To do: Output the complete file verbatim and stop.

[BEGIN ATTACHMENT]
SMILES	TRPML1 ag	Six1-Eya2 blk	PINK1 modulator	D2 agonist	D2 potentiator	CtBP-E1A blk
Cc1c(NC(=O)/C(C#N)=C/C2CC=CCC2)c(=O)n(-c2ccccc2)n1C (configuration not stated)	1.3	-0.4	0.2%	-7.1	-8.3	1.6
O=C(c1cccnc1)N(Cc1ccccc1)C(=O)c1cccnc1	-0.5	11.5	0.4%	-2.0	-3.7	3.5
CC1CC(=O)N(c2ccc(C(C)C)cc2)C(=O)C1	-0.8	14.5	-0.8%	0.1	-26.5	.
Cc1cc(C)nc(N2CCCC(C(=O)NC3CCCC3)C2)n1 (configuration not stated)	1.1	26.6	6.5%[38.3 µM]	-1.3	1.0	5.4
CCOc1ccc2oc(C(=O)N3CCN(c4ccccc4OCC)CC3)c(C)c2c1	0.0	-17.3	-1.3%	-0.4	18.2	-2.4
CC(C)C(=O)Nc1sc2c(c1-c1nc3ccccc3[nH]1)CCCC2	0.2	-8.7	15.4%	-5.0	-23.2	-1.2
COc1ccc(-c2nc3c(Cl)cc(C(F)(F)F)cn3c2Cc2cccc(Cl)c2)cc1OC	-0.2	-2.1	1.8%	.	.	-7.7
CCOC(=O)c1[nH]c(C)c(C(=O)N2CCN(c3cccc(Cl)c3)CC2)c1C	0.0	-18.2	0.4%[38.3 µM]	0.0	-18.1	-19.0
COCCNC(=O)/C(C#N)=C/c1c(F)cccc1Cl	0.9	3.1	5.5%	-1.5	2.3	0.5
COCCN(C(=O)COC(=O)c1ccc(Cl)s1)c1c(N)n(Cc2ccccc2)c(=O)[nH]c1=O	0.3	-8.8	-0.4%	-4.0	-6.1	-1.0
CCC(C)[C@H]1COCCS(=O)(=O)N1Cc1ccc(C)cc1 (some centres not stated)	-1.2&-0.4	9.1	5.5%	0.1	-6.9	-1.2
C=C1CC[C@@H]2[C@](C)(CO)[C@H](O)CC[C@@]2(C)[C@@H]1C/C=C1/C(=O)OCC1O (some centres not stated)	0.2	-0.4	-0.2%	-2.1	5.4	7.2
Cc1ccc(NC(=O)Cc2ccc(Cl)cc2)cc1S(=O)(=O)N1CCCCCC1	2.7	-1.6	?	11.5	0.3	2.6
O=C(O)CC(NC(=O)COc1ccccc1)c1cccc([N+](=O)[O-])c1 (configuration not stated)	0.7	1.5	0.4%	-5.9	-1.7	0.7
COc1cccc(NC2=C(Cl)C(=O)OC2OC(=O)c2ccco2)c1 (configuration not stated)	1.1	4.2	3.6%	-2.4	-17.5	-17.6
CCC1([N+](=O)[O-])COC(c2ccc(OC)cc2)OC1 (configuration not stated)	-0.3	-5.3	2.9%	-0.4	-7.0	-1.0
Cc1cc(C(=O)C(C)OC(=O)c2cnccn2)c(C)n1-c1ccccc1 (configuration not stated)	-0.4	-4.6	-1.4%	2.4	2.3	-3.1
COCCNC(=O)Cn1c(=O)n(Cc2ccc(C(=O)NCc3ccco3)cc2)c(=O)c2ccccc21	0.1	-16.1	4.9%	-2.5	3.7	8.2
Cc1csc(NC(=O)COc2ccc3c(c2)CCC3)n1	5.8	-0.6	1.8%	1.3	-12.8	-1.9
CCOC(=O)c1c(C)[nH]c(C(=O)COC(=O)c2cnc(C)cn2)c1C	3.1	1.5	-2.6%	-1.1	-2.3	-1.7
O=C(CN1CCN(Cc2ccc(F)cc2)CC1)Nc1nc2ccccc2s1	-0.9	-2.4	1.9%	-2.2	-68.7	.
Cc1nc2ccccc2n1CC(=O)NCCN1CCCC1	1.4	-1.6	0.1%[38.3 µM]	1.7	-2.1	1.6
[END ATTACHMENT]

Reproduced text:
SMILES	TRPML1 ag	Six1-Eya2 blk	PINK1 modulator	D2 agonist	D2 potentiator	CtBP-E1A blk
Cc1c(NC(=O)/C(C#N)=C/C2CC=CCC2)c(=O)n(-c2ccccc2)n1C (configuration not stated)	1.3	-0.4	0.2%	-7.1	-8.3	1.6
O=C(c1cccnc1)N(Cc1ccccc1)C(=O)c1cccnc1	-0.5	11.5	0.4%	-2.0	-3.7	3.5
CC1CC(=O)N(c2ccc(C(C)C)cc2)C(=O)C1	-0.8	14.5	-0.8%	0.1	-26.5	.
Cc1cc(C)nc(N2CCCC(C(=O)NC3CCCC3)C2)n1 (configuration not stated)	1.1	26.6	6.5%[38.3 µM]	-1.3	1.0	5.4
CCOc1ccc2oc(C(=O)N3CCN(c4ccccc4OCC)CC3)c(C)c2c1	0.0	-17.3	-1.3%	-0.4	18.2	-2.4
CC(C)C(=O)Nc1sc2c(c1-c1nc3ccccc3[nH]1)CCCC2	0.2	-8.7	15.4%	-5.0	-23.2	-1.2
COc1ccc(-c2nc3c(Cl)cc(C(F)(F)F)cn3c2Cc2cccc(Cl)c2)cc1OC	-0.2	-2.1	1.8%	.	.	-7.7
CCOC(=O)c1[nH]c(C)c(C(=O)N2CCN(c3cccc(Cl)c3)CC2)c1C	0.0	-18.2	0.4%[38.3 µM]	0.0	-18.1	-19.0
COCCNC(=O)/C(C#N)=C/c1c(F)cccc1Cl	0.9	3.1	5.5%	-1.5	2.3	0.5
COCCN(C(=O)COC(=O)c1ccc(Cl)s1)c1c(N)n(Cc2ccccc2)c(=O)[nH]c1=O	0.3	-8.8	-0.4%	-4.0	-6.1	-1.0
CCC(C)[C@H]1COCCS(=O)(=O)N1Cc1ccc(C)cc1 (some centres not stated)	-1.2&-0.4	9.1	5.5%	0.1	-6.9	-1.2
C=C1CC[C@@H]2[C@](C)(CO)[C@H](O)CC[C@@]2(C)[C@@H]1C/C=C1/C(=O)OCC1O (some centres not stated)	0.2	-0.4	-0.2%	-2.1	5.4	7.2
Cc1ccc(NC(=O)Cc2ccc(Cl)cc2)cc1S(=O)(=O)N1CCCCCC1	2.7	-1.6	?	11.5	0.3	2.6
O=C(O)CC(NC(=O)COc1ccccc1)c1cccc([N+](=O)[O-])c1 (configuration not stated)	0.7	1.5	0.4%	-5.9	-1.7	0.7
COc1cccc(NC2=C(Cl)C(=O)OC2OC(=O)c2ccco2)c1 (configuration not stated)	1.1	4.2	3.6%	-2.4	-17.5	-17.6
CCC1([N+](=O)[O-])COC(c2ccc(OC)cc2)OC1 (configuration not stated)	-0.3	-5.3	2.9%	-0.4	-7.0	-1.0
Cc1cc(C(=O)C(C)OC(=O)c2cnccn2)c(C)n1-c1ccccc1 (configuration not stated)	-0.4	-4.6	-1.4%	2.4	2.3	-3.1
COCCNC(=O)Cn1c(=O)n(Cc2ccc(C(=O)NCc3ccco3)cc2)c(=O)c2ccccc21	0.1	-16.1	4.9%	-2.5	3.7	8.2
Cc1csc(NC(=O)COc2ccc3c(c2)CCC3)n1	5.8	-0.6	1.8%	1.3	-12.8	-1.9
CCOC(=O)c1c(C)[nH]c(C(=O)COC(=O)c2cnc(C)cn2)c1C	3.1	1.5	-2.6%	-1.1	-2.3	-1.7
O=C(CN1CCN(Cc2ccc(F)cc2)CC1)Nc1nc2ccccc2s1	-0.9	-2.4	1.9%	-2.2	-68.7	.
Cc1nc2ccccc2n1CC(=O)NCCN1CCCC1	1.4	-1.6	0.1%[38.3 µM]	1.7	-2.1	1.6